New York Federal Court Holds Embedding Photos May Infringe Copyright

A New York federal court in Goldman v. Breitbart News has held that the common internet practice of “embedding,” also referred to as “in-linking” infringes the copyright of content that is embedded.

A very common practice for a website involves including a link to another site where content (articles, photographs) is stored, and then displayed on the website. The content it is never stored on the linking site but rather on the linked-to website.

In 2007, the Ninth Circuit Court of Appeals held in Perfect 10 v. Google that this practice does not infringe on the exclusive “display” right in the Copyright Act. But in February a federal court in New York rejected the Ninth Circuit’s view and held that embedding infringes on the right of display.

Plaintiff Justin Goldman, a photographer, took a photo of quarterback Tom Brady and posted it to his Snapchat page. The photo then spread around the internet, and was eventually posted to Twitter. The defendants – who include Breitbart News, Time, Gannett and the Boston Globe – wrote articles about Brady (and his involvement in the Boston Celtics recruiting Kevin Durant), and then embedded the Twitter post, displaying the photograph of Brady with the articles. Goldman sued for copyright infringement, asserting that this practice infringed on his exclusive right to “display” the photos.

This decision has the potential for a major impact on many websites and blogs, which often link to content on other sites. These sites now must consider whether they need a license to use linked-to content. A further thing to consider is whether sites that allow uploading need to amend their Terms of Use to permit linking of some kind.

The Copyright Act grants the owner of certain copyrighted works (literary, musical, dramatic, and choreographic works, pantomimes, and pictorial, graphic, or sculptural works, including the individual images of a motion picture or other audiovisual work) the right to “display the copyrighted work publicly.” 17 USC 106(5). A photograph is protected by copyright and the owner has the exclusive right to “display” it “publicly.”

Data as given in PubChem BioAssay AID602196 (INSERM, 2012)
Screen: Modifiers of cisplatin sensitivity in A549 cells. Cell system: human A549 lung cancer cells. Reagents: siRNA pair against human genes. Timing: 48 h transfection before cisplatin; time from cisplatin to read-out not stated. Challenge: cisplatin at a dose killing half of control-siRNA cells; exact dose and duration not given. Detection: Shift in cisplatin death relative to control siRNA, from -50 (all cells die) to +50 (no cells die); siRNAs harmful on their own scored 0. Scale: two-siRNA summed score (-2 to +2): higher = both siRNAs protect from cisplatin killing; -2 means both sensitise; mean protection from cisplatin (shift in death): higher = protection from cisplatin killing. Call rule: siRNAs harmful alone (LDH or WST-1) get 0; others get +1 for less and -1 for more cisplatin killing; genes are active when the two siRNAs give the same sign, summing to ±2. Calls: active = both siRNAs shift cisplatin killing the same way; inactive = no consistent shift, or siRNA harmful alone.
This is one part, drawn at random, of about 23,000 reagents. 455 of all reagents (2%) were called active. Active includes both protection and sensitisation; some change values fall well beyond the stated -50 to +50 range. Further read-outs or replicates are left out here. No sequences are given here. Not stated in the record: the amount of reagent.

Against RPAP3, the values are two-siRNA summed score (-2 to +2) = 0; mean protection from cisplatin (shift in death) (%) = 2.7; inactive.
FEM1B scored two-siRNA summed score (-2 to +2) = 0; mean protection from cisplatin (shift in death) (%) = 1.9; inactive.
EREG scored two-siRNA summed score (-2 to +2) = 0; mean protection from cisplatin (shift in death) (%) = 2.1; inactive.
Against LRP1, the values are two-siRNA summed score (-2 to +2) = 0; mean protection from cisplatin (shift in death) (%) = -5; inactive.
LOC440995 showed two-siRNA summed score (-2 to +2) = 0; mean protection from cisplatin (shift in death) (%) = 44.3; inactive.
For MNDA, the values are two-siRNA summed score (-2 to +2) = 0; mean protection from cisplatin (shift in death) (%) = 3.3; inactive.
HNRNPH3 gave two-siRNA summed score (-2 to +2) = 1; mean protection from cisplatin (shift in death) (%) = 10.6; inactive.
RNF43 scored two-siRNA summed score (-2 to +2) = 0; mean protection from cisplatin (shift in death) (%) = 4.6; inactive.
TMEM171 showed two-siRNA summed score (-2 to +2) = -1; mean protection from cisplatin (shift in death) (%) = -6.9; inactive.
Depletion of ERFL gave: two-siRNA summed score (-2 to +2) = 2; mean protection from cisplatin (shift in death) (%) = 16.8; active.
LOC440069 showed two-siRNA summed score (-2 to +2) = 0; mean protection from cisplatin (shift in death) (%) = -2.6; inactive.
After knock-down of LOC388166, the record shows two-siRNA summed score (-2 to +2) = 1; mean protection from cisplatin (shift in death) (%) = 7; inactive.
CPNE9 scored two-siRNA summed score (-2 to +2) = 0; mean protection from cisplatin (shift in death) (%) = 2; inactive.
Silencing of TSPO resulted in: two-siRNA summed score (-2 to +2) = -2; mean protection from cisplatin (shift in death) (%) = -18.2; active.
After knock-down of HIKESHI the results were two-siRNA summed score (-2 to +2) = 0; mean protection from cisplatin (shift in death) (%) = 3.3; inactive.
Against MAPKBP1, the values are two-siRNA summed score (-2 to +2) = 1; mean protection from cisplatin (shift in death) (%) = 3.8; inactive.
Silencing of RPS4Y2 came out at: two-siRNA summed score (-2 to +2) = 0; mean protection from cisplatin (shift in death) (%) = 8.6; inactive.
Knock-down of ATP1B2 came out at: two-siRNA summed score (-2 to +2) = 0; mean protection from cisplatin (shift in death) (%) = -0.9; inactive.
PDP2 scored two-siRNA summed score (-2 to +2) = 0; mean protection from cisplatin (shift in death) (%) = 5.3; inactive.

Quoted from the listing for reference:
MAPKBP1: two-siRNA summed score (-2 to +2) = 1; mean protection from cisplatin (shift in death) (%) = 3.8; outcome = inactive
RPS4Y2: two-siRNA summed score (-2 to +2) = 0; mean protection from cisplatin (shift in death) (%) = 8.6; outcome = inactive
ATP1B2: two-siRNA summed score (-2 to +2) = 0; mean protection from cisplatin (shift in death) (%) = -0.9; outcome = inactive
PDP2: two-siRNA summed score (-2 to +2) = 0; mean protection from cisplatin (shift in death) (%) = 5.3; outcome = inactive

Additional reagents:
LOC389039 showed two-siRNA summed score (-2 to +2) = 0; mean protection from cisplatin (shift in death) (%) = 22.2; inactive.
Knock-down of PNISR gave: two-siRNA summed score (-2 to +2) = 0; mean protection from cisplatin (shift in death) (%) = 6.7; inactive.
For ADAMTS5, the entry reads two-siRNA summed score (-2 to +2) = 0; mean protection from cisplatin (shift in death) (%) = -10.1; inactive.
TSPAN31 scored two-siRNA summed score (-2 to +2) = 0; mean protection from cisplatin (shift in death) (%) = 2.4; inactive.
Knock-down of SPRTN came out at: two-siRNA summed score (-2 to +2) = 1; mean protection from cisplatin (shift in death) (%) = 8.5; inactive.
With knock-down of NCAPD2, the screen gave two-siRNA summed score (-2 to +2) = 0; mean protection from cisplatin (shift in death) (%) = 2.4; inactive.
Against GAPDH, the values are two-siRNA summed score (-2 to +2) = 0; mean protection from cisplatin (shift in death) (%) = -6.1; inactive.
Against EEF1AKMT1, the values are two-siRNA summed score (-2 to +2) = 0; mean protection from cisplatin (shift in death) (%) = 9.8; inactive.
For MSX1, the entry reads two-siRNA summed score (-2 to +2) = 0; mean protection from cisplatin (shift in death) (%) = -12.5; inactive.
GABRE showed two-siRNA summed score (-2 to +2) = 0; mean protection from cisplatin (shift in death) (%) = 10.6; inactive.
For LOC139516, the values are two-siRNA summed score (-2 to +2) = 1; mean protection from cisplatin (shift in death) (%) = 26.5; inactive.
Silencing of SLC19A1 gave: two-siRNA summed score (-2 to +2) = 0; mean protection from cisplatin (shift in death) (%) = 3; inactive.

Many websites, such as news websites and blogs, use a process known as embedding or “in-linking.” Underneath a webpage is code consisting of a series of instructions usually written by coders in Hypertext Markup Language (“HTML”). These instructions are served up by a computer connected to the internet when a user wishes to view a webpage. The users computer's browser connects with the server, at which point the HTML code previously written by the coder instructs the browser on how to arrange text and/or images, including photographs, videos on the webpage on the user's computer.

When, for example, a photograph on a web page needs to be included, the HTML code instructs the browser how and where to place the photograph. The HTML code could instruct the browser to retrieve the photograph from the webpage's own server or instead retrieve it from a third-party server. “Embedding” an image on a webpage is the act of a coder intentionally adding a specific “embed” code to an HTML instruction that incorporates an image, hosted on a third-party server, onto the webpage. Notwithstanding tht the image is actually hosted on a different server – the code instructs the user’s computer to obtain the image from that server and then display it on the page.